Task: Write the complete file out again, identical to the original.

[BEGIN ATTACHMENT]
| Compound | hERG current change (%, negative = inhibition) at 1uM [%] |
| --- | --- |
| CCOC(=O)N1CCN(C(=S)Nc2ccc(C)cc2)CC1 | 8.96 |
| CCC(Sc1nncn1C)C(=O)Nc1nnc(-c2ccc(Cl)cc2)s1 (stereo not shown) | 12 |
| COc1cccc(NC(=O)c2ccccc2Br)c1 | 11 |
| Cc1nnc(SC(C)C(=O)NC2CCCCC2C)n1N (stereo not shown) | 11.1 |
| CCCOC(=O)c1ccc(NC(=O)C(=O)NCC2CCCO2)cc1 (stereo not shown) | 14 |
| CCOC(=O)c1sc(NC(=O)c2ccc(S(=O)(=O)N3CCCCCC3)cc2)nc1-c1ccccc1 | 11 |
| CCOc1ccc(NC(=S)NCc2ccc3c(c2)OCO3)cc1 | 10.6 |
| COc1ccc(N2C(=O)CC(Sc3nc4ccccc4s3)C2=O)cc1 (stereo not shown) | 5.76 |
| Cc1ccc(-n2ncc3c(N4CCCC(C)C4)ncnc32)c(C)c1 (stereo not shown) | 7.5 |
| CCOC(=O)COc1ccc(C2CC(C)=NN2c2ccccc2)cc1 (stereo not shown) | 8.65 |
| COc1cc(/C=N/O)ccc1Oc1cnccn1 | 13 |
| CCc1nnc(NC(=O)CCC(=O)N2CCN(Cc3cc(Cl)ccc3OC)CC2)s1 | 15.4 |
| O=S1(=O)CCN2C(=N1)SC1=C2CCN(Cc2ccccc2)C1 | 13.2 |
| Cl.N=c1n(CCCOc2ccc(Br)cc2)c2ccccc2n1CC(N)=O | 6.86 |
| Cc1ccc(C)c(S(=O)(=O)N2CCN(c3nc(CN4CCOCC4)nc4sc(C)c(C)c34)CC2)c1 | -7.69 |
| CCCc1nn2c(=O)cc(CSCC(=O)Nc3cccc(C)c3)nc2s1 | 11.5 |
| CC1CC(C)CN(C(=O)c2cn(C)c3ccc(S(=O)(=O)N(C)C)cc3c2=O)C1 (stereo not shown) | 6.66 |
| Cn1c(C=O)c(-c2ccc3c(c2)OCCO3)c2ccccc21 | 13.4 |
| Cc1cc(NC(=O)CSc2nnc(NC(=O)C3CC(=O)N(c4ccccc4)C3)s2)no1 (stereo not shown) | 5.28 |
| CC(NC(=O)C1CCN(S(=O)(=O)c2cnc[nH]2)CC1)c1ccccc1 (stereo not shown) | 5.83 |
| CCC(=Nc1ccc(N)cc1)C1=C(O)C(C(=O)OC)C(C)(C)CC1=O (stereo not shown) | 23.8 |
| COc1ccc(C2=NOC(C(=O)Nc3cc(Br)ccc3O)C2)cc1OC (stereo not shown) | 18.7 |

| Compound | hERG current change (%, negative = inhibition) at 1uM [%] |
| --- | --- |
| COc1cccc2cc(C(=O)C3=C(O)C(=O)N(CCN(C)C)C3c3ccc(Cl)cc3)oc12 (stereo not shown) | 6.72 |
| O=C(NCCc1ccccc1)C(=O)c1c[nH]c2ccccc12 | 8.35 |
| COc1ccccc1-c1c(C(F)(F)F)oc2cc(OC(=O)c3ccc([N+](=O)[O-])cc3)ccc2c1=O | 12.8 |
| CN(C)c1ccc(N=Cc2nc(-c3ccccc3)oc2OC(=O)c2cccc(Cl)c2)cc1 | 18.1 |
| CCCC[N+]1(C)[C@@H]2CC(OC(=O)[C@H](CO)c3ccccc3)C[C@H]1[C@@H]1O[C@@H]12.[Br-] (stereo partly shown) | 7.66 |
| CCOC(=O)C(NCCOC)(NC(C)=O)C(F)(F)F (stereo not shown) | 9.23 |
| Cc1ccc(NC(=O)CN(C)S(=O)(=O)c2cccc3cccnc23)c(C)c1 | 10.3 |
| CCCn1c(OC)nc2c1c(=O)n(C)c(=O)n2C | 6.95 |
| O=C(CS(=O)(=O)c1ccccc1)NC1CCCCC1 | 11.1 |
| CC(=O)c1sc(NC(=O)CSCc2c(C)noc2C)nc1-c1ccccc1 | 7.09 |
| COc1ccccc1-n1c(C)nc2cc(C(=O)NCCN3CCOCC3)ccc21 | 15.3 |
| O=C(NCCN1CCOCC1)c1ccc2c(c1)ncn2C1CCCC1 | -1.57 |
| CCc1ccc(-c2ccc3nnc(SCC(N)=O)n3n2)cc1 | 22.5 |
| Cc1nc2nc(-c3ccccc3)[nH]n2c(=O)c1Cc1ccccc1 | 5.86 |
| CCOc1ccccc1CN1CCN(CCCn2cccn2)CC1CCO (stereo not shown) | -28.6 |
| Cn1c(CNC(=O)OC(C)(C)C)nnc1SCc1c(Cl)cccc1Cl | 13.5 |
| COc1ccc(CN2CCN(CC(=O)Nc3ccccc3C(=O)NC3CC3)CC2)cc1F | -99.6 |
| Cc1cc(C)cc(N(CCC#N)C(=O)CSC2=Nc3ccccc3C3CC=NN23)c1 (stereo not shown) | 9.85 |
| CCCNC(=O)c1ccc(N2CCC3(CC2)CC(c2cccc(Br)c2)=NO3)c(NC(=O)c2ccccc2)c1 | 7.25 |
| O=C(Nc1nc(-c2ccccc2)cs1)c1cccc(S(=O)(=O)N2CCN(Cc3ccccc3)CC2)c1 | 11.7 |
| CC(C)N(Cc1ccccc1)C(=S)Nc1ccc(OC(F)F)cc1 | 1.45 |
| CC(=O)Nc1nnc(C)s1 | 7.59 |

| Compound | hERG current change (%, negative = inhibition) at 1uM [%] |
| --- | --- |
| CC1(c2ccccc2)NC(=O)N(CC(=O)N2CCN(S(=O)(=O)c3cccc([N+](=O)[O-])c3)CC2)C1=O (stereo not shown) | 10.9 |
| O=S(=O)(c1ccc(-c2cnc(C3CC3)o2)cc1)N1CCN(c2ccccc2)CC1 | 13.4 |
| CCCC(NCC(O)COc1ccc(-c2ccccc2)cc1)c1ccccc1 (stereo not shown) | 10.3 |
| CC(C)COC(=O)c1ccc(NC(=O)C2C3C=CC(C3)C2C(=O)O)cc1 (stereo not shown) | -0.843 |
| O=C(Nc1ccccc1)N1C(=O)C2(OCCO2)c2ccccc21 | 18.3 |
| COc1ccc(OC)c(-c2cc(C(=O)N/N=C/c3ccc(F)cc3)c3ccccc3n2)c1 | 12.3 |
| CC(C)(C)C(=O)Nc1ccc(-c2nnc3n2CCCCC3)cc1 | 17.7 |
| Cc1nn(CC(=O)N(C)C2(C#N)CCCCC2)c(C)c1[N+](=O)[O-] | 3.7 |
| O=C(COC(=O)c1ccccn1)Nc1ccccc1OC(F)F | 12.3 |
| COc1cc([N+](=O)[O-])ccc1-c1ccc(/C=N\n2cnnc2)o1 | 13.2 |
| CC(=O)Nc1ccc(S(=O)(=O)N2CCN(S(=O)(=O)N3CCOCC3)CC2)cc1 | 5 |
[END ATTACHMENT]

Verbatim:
| Compound | hERG current change (%, negative = inhibition) at 1uM [%] |
| --- | --- |
| CCOC(=O)N1CCN(C(=S)Nc2ccc(C)cc2)CC1 | 8.96 |
| CCC(Sc1nncn1C)C(=O)Nc1nnc(-c2ccc(Cl)cc2)s1 (stereo not shown) | 12 |
| COc1cccc(NC(=O)c2ccccc2Br)c1 | 11 |
| Cc1nnc(SC(C)C(=O)NC2CCCCC2C)n1N (stereo not shown) | 11.1 |
| CCCOC(=O)c1ccc(NC(=O)C(=O)NCC2CCCO2)cc1 (stereo not shown) | 14 |
| CCOC(=O)c1sc(NC(=O)c2ccc(S(=O)(=O)N3CCCCCC3)cc2)nc1-c1ccccc1 | 11 |
| CCOc1ccc(NC(=S)NCc2ccc3c(c2)OCO3)cc1 | 10.6 |
| COc1ccc(N2C(=O)CC(Sc3nc4ccccc4s3)C2=O)cc1 (stereo not shown) | 5.76 |
| Cc1ccc(-n2ncc3c(N4CCCC(C)C4)ncnc32)c(C)c1 (stereo not shown) | 7.5 |
| CCOC(=O)COc1ccc(C2CC(C)=NN2c2ccccc2)cc1 (stereo not shown) | 8.65 |
| COc1cc(/C=N/O)ccc1Oc1cnccn1 | 13 |
| CCc1nnc(NC(=O)CCC(=O)N2CCN(Cc3cc(Cl)ccc3OC)CC2)s1 | 15.4 |
| O=S1(=O)CCN2C(=N1)SC1=C2CCN(Cc2ccccc2)C1 | 13.2 |
| Cl.N=c1n(CCCOc2ccc(Br)cc2)c2ccccc2n1CC(N)=O | 6.86 |
| Cc1ccc(C)c(S(=O)(=O)N2CCN(c3nc(CN4CCOCC4)nc4sc(C)c(C)c34)CC2)c1 | -7.69 |
| CCCc1nn2c(=O)cc(CSCC(=O)Nc3cccc(C)c3)nc2s1 | 11.5 |
| CC1CC(C)CN(C(=O)c2cn(C)c3ccc(S(=O)(=O)N(C)C)cc3c2=O)C1 (stereo not shown) | 6.66 |
| Cn1c(C=O)c(-c2ccc3c(c2)OCCO3)c2ccccc21 | 13.4 |
| Cc1cc(NC(=O)CSc2nnc(NC(=O)C3CC(=O)N(c4ccccc4)C3)s2)no1 (stereo not shown) | 5.28 |
| CC(NC(=O)C1CCN(S(=O)(=O)c2cnc[nH]2)CC1)c1ccccc1 (stereo not shown) | 5.83 |
| CCC(=Nc1ccc(N)cc1)C1=C(O)C(C(=O)OC)C(C)(C)CC1=O (stereo not shown) | 23.8 |
| COc1ccc(C2=NOC(C(=O)Nc3cc(Br)ccc3O)C2)cc1OC (stereo not shown) | 18.7 |

| Compound | hERG current change (%, negative = inhibition) at 1uM [%] |
| --- | --- |
| COc1cccc2cc(C(=O)C3=C(O)C(=O)N(CCN(C)C)C3c3ccc(Cl)cc3)oc12 (stereo not shown) | 6.72 |
| O=C(NCCc1ccccc1)C(=O)c1c[nH]c2ccccc12 | 8.35 |
| COc1ccccc1-c1c(C(F)(F)F)oc2cc(OC(=O)c3ccc([N+](=O)[O-])cc3)ccc2c1=O | 12.8 |
| CN(C)c1ccc(N=Cc2nc(-c3ccccc3)oc2OC(=O)c2cccc(Cl)c2)cc1 | 18.1 |
| CCCC[N+]1(C)[C@@H]2CC(OC(=O)[C@H](CO)c3ccccc3)C[C@H]1[C@@H]1O[C@@H]12.[Br-] (stereo partly shown) | 7.66 |
| CCOC(=O)C(NCCOC)(NC(C)=O)C(F)(F)F (stereo not shown) | 9.23 |
| Cc1ccc(NC(=O)CN(C)S(=O)(=O)c2cccc3cccnc23)c(C)c1 | 10.3 |
| CCCn1c(OC)nc2c1c(=O)n(C)c(=O)n2C | 6.95 |
| O=C(CS(=O)(=O)c1ccccc1)NC1CCCCC1 | 11.1 |
| CC(=O)c1sc(NC(=O)CSCc2c(C)noc2C)nc1-c1ccccc1 | 7.09 |
| COc1ccccc1-n1c(C)nc2cc(C(=O)NCCN3CCOCC3)ccc21 | 15.3 |
| O=C(NCCN1CCOCC1)c1ccc2c(c1)ncn2C1CCCC1 | -1.57 |
| CCc1ccc(-c2ccc3nnc(SCC(N)=O)n3n2)cc1 | 22.5 |
| Cc1nc2nc(-c3ccccc3)[nH]n2c(=O)c1Cc1ccccc1 | 5.86 |
| CCOc1ccccc1CN1CCN(CCCn2cccn2)CC1CCO (stereo not shown) | -28.6 |
| Cn1c(CNC(=O)OC(C)(C)C)nnc1SCc1c(Cl)cccc1Cl | 13.5 |
| COc1ccc(CN2CCN(CC(=O)Nc3ccccc3C(=O)NC3CC3)CC2)cc1F | -99.6 |
| Cc1cc(C)cc(N(CCC#N)C(=O)CSC2=Nc3ccccc3C3CC=NN23)c1 (stereo not shown) | 9.85 |
| CCCNC(=O)c1ccc(N2CCC3(CC2)CC(c2cccc(Br)c2)=NO3)c(NC(=O)c2ccccc2)c1 | 7.25 |
| O=C(Nc1nc(-c2ccccc2)cs1)c1cccc(S(=O)(=O)N2CCN(Cc3ccccc3)CC2)c1 | 11.7 |
| CC(C)N(Cc1ccccc1)C(=S)Nc1ccc(OC(F)F)cc1 | 1.45 |
| CC(=O)Nc1nnc(C)s1 | 7.59 |

| Compound | hERG current change (%, negative = inhibition) at 1uM [%] |
| --- | --- |
| CC1(c2ccccc2)NC(=O)N(CC(=O)N2CCN(S(=O)(=O)c3cccc([N+](=O)[O-])c3)CC2)C1=O (stereo not shown) | 10.9 |
| O=S(=O)(c1ccc(-c2cnc(C3CC3)o2)cc1)N1CCN(c2ccccc2)CC1 | 13.4 |
| CCCC(NCC(O)COc1ccc(-c2ccccc2)cc1)c1ccccc1 (stereo not shown) | 10.3 |
| CC(C)COC(=O)c1ccc(NC(=O)C2C3C=CC(C3)C2C(=O)O)cc1 (stereo not shown) | -0.843 |
| O=C(Nc1ccccc1)N1C(=O)C2(OCCO2)c2ccccc21 | 18.3 |
| COc1ccc(OC)c(-c2cc(C(=O)N/N=C/c3ccc(F)cc3)c3ccccc3n2)c1 | 12.3 |
| CC(C)(C)C(=O)Nc1ccc(-c2nnc3n2CCCCC3)cc1 | 17.7 |
| Cc1nn(CC(=O)N(C)C2(C#N)CCCCC2)c(C)c1[N+](=O)[O-] | 3.7 |
| O=C(COC(=O)c1ccccn1)Nc1ccccc1OC(F)F | 12.3 |
| COc1cc([N+](=O)[O-])ccc1-c1ccc(/C=N\n2cnnc2)o1 | 13.2 |
| CC(=O)Nc1ccc(S(=O)(=O)N2CCN(S(=O)(=O)N3CCOCC3)CC2)cc1 | 5 |